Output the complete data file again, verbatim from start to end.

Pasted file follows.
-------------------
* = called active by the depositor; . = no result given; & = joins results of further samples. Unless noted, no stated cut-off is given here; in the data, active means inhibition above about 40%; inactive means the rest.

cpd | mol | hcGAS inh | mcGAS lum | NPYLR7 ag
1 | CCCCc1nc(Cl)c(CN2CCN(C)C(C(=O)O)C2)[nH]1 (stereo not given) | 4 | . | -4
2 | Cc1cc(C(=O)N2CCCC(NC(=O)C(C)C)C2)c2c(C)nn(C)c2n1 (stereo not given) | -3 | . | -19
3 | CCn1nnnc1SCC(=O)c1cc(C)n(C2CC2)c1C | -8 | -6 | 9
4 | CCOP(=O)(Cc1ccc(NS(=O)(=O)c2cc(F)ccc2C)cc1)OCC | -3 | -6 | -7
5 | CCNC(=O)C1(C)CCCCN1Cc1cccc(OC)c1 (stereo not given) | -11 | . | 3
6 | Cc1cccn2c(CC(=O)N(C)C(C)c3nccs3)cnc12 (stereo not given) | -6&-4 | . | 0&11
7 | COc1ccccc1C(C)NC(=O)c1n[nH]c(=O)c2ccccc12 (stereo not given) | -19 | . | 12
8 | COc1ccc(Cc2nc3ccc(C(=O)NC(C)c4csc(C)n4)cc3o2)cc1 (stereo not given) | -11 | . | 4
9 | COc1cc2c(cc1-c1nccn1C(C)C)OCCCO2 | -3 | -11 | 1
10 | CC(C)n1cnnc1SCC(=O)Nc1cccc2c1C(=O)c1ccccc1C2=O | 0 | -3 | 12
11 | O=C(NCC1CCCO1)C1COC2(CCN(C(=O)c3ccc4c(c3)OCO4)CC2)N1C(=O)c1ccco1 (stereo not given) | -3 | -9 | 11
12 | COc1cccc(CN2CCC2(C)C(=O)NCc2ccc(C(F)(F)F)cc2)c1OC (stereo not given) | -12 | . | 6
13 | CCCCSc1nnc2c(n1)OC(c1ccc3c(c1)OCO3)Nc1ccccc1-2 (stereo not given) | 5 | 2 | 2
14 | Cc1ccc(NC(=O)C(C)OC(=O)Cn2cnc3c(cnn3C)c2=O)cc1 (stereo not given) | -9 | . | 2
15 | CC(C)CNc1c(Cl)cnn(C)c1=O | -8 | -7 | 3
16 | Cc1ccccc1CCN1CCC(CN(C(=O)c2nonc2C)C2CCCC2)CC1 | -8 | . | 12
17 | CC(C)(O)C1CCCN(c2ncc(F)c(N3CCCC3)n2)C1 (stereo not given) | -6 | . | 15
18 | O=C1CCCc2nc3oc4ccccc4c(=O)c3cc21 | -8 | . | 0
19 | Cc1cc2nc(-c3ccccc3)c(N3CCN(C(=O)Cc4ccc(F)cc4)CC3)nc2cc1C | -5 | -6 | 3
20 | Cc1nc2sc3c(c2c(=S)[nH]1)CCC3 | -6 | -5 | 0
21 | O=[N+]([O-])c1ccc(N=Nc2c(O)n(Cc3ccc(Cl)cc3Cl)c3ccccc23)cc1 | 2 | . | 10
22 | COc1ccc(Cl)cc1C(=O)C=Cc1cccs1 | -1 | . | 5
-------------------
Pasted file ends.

* = called active by the depositor; . = no result given; & = joins results of further samples. Unless noted, no stated cut-off is given here; in the data, active means inhibition above about 40%; inactive means the rest.

cpd | mol | hcGAS inh | mcGAS lum | NPYLR7 ag
1 | CCCCc1nc(Cl)c(CN2CCN(C)C(C(=O)O)C2)[nH]1 (stereo not given) | 4 | . | -4
2 | Cc1cc(C(=O)N2CCCC(NC(=O)C(C)C)C2)c2c(C)nn(C)c2n1 (stereo not given) | -3 | . | -19
3 | CCn1nnnc1SCC(=O)c1cc(C)n(C2CC2)c1C | -8 | -6 | 9
4 | CCOP(=O)(Cc1ccc(NS(=O)(=O)c2cc(F)ccc2C)cc1)OCC | -3 | -6 | -7
5 | CCNC(=O)C1(C)CCCCN1Cc1cccc(OC)c1 (stereo not given) | -11 | . | 3
6 | Cc1cccn2c(CC(=O)N(C)C(C)c3nccs3)cnc12 (stereo not given) | -6&-4 | . | 0&11
7 | COc1ccccc1C(C)NC(=O)c1n[nH]c(=O)c2ccccc12 (stereo not given) | -19 | . | 12
8 | COc1ccc(Cc2nc3ccc(C(=O)NC(C)c4csc(C)n4)cc3o2)cc1 (stereo not given) | -11 | . | 4
9 | COc1cc2c(cc1-c1nccn1C(C)C)OCCCO2 | -3 | -11 | 1
10 | CC(C)n1cnnc1SCC(=O)Nc1cccc2c1C(=O)c1ccccc1C2=O | 0 | -3 | 12
11 | O=C(NCC1CCCO1)C1COC2(CCN(C(=O)c3ccc4c(c3)OCO4)CC2)N1C(=O)c1ccco1 (stereo not given) | -3 | -9 | 11
12 | COc1cccc(CN2CCC2(C)C(=O)NCc2ccc(C(F)(F)F)cc2)c1OC (stereo not given) | -12 | . | 6
13 | CCCCSc1nnc2c(n1)OC(c1ccc3c(c1)OCO3)Nc1ccccc1-2 (stereo not given) | 5 | 2 | 2
14 | Cc1ccc(NC(=O)C(C)OC(=O)Cn2cnc3c(cnn3C)c2=O)cc1 (stereo not given) | -9 | . | 2
15 | CC(C)CNc1c(Cl)cnn(C)c1=O | -8 | -7 | 3
16 | Cc1ccccc1CCN1CCC(CN(C(=O)c2nonc2C)C2CCCC2)CC1 | -8 | . | 12
17 | CC(C)(O)C1CCCN(c2ncc(F)c(N3CCCC3)n2)C1 (stereo not given) | -6 | . | 15
18 | O=C1CCCc2nc3oc4ccccc4c(=O)c3cc21 | -8 | . | 0
19 | Cc1cc2nc(-c3ccccc3)c(N3CCN(C(=O)Cc4ccc(F)cc4)CC3)nc2cc1C | -5 | -6 | 3
20 | Cc1nc2sc3c(c2c(=S)[nH]1)CCC3 | -6 | -5 | 0
21 | O=[N+]([O-])c1ccc(N=Nc2c(O)n(Cc3ccc(Cl)cc3Cl)c3ccccc23)cc1 | 2 | . | 10
22 | COc1ccc(Cl)cc1C(=O)C=Cc1cccs1 | -1 | . | 5